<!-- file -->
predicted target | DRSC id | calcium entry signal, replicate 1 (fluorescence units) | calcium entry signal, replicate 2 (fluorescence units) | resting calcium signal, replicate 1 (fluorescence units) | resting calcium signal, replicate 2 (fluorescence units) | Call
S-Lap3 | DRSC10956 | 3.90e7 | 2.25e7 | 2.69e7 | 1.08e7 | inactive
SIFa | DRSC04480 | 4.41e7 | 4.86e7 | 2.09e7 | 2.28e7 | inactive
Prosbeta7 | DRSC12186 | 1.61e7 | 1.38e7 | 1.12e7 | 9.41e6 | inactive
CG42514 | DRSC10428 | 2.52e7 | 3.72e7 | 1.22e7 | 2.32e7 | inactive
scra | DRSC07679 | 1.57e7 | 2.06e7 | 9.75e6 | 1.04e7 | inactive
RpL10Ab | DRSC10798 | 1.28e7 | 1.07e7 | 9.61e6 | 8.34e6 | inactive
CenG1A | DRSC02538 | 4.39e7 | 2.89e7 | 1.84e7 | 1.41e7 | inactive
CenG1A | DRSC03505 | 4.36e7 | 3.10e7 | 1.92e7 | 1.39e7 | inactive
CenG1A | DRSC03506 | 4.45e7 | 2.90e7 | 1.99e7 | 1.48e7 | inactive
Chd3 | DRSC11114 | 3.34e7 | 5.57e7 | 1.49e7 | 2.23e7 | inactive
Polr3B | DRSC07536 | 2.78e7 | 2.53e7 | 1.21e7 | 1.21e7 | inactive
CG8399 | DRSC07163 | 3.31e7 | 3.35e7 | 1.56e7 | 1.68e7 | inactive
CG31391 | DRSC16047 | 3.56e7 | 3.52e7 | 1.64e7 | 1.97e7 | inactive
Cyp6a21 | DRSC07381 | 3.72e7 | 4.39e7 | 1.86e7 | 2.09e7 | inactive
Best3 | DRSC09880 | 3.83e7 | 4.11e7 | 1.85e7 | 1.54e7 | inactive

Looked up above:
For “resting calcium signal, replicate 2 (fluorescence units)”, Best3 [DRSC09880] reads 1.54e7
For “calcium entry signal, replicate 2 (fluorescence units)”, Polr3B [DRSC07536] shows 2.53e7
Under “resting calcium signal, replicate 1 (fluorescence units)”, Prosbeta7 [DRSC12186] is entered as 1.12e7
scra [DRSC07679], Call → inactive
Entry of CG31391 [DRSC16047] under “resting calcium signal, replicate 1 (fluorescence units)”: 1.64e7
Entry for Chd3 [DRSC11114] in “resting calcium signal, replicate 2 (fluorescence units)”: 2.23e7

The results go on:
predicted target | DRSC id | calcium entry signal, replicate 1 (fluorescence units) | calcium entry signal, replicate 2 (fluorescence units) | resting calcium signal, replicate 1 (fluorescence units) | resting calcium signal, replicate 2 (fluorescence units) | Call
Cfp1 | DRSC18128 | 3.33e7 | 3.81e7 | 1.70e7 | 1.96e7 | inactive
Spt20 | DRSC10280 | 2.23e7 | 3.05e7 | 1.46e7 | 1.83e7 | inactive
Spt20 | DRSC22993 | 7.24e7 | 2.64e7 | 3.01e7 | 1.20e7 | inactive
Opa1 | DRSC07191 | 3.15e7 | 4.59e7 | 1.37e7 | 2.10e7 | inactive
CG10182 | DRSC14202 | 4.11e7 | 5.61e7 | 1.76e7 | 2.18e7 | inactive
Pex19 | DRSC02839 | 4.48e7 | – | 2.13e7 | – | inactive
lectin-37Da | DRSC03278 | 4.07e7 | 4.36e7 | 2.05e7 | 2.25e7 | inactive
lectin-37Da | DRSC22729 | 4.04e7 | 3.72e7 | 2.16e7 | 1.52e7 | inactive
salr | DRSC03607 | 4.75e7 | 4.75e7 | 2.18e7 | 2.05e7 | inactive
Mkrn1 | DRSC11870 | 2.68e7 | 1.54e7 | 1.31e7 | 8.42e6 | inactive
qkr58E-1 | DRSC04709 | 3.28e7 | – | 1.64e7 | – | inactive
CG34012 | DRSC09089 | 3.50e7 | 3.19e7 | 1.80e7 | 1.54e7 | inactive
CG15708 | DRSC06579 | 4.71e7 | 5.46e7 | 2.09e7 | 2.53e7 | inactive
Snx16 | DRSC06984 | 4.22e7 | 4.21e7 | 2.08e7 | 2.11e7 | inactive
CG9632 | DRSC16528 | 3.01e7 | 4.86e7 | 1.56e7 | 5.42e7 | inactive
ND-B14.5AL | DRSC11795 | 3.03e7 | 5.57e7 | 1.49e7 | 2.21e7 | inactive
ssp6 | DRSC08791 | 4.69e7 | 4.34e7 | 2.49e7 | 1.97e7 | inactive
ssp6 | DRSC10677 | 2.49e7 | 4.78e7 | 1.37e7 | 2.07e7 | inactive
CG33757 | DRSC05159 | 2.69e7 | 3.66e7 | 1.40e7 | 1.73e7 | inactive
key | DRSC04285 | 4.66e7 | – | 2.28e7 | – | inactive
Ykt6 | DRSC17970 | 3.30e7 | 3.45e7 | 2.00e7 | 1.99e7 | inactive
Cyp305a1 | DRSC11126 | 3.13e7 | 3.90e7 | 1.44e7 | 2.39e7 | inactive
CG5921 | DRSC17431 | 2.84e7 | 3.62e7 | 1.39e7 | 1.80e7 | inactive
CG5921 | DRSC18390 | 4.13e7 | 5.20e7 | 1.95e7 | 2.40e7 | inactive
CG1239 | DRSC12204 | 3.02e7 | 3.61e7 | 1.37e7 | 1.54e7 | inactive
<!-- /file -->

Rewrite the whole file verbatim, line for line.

predicted target | DRSC id | calcium entry signal, replicate 1 (fluorescence units) | calcium entry signal, replicate 2 (fluorescence units) | resting calcium signal, replicate 1 (fluorescence units) | resting calcium signal, replicate 2 (fluorescence units) | Call
S-Lap3 | DRSC10956 | 3.90e7 | 2.25e7 | 2.69e7 | 1.08e7 | inactive
SIFa | DRSC04480 | 4.41e7 | 4.86e7 | 2.09e7 | 2.28e7 | inactive
Prosbeta7 | DRSC12186 | 1.61e7 | 1.38e7 | 1.12e7 | 9.41e6 | inactive
CG42514 | DRSC10428 | 2.52e7 | 3.72e7 | 1.22e7 | 2.32e7 | inactive
scra | DRSC07679 | 1.57e7 | 2.06e7 | 9.75e6 | 1.04e7 | inactive
RpL10Ab | DRSC10798 | 1.28e7 | 1.07e7 | 9.61e6 | 8.34e6 | inactive
CenG1A | DRSC02538 | 4.39e7 | 2.89e7 | 1.84e7 | 1.41e7 | inactive
CenG1A | DRSC03505 | 4.36e7 | 3.10e7 | 1.92e7 | 1.39e7 | inactive
CenG1A | DRSC03506 | 4.45e7 | 2.90e7 | 1.99e7 | 1.48e7 | inactive
Chd3 | DRSC11114 | 3.34e7 | 5.57e7 | 1.49e7 | 2.23e7 | inactive
Polr3B | DRSC07536 | 2.78e7 | 2.53e7 | 1.21e7 | 1.21e7 | inactive
CG8399 | DRSC07163 | 3.31e7 | 3.35e7 | 1.56e7 | 1.68e7 | inactive
CG31391 | DRSC16047 | 3.56e7 | 3.52e7 | 1.64e7 | 1.97e7 | inactive
Cyp6a21 | DRSC07381 | 3.72e7 | 4.39e7 | 1.86e7 | 2.09e7 | inactive
Best3 | DRSC09880 | 3.83e7 | 4.11e7 | 1.85e7 | 1.54e7 | inactive

Looked up above:
For “resting calcium signal, replicate 2 (fluorescence units)”, Best3 [DRSC09880] reads 1.54e7
For “calcium entry signal, replicate 2 (fluorescence units)”, Polr3B [DRSC07536] shows 2.53e7
Under “resting calcium signal, replicate 1 (fluorescence units)”, Prosbeta7 [DRSC12186] is entered as 1.12e7
scra [DRSC07679], Call → inactive
Entry of CG31391 [DRSC16047] under “resting calcium signal, replicate 1 (fluorescence units)”: 1.64e7
Entry for Chd3 [DRSC11114] in “resting calcium signal, replicate 2 (fluorescence units)”: 2.23e7

The results go on:
predicted target | DRSC id | calcium entry signal, replicate 1 (fluorescence units) | calcium entry signal, replicate 2 (fluorescence units) | resting calcium signal, replicate 1 (fluorescence units) | resting calcium signal, replicate 2 (fluorescence units) | Call
Cfp1 | DRSC18128 | 3.33e7 | 3.81e7 | 1.70e7 | 1.96e7 | inactive
Spt20 | DRSC10280 | 2.23e7 | 3.05e7 | 1.46e7 | 1.83e7 | inactive
Spt20 | DRSC22993 | 7.24e7 | 2.64e7 | 3.01e7 | 1.20e7 | inactive
Opa1 | DRSC07191 | 3.15e7 | 4.59e7 | 1.37e7 | 2.10e7 | inactive
CG10182 | DRSC14202 | 4.11e7 | 5.61e7 | 1.76e7 | 2.18e7 | inactive
Pex19 | DRSC02839 | 4.48e7 | – | 2.13e7 | – | inactive
lectin-37Da | DRSC03278 | 4.07e7 | 4.36e7 | 2.05e7 | 2.25e7 | inactive
lectin-37Da | DRSC22729 | 4.04e7 | 3.72e7 | 2.16e7 | 1.52e7 | inactive
salr | DRSC03607 | 4.75e7 | 4.75e7 | 2.18e7 | 2.05e7 | inactive
Mkrn1 | DRSC11870 | 2.68e7 | 1.54e7 | 1.31e7 | 8.42e6 | inactive
qkr58E-1 | DRSC04709 | 3.28e7 | – | 1.64e7 | – | inactive
CG34012 | DRSC09089 | 3.50e7 | 3.19e7 | 1.80e7 | 1.54e7 | inactive
CG15708 | DRSC06579 | 4.71e7 | 5.46e7 | 2.09e7 | 2.53e7 | inactive
Snx16 | DRSC06984 | 4.22e7 | 4.21e7 | 2.08e7 | 2.11e7 | inactive
CG9632 | DRSC16528 | 3.01e7 | 4.86e7 | 1.56e7 | 5.42e7 | inactive
ND-B14.5AL | DRSC11795 | 3.03e7 | 5.57e7 | 1.49e7 | 2.21e7 | inactive
ssp6 | DRSC08791 | 4.69e7 | 4.34e7 | 2.49e7 | 1.97e7 | inactive
ssp6 | DRSC10677 | 2.49e7 | 4.78e7 | 1.37e7 | 2.07e7 | inactive
CG33757 | DRSC05159 | 2.69e7 | 3.66e7 | 1.40e7 | 1.73e7 | inactive
key | DRSC04285 | 4.66e7 | – | 2.28e7 | – | inactive
Ykt6 | DRSC17970 | 3.30e7 | 3.45e7 | 2.00e7 | 1.99e7 | inactive
Cyp305a1 | DRSC11126 | 3.13e7 | 3.90e7 | 1.44e7 | 2.39e7 | inactive
CG5921 | DRSC17431 | 2.84e7 | 3.62e7 | 1.39e7 | 1.80e7 | inactive
CG5921 | DRSC18390 | 4.13e7 | 5.20e7 | 1.95e7 | 2.40e7 | inactive
CG1239 | DRSC12204 | 3.02e7 | 3.61e7 | 1.37e7 | 1.54e7 | inactive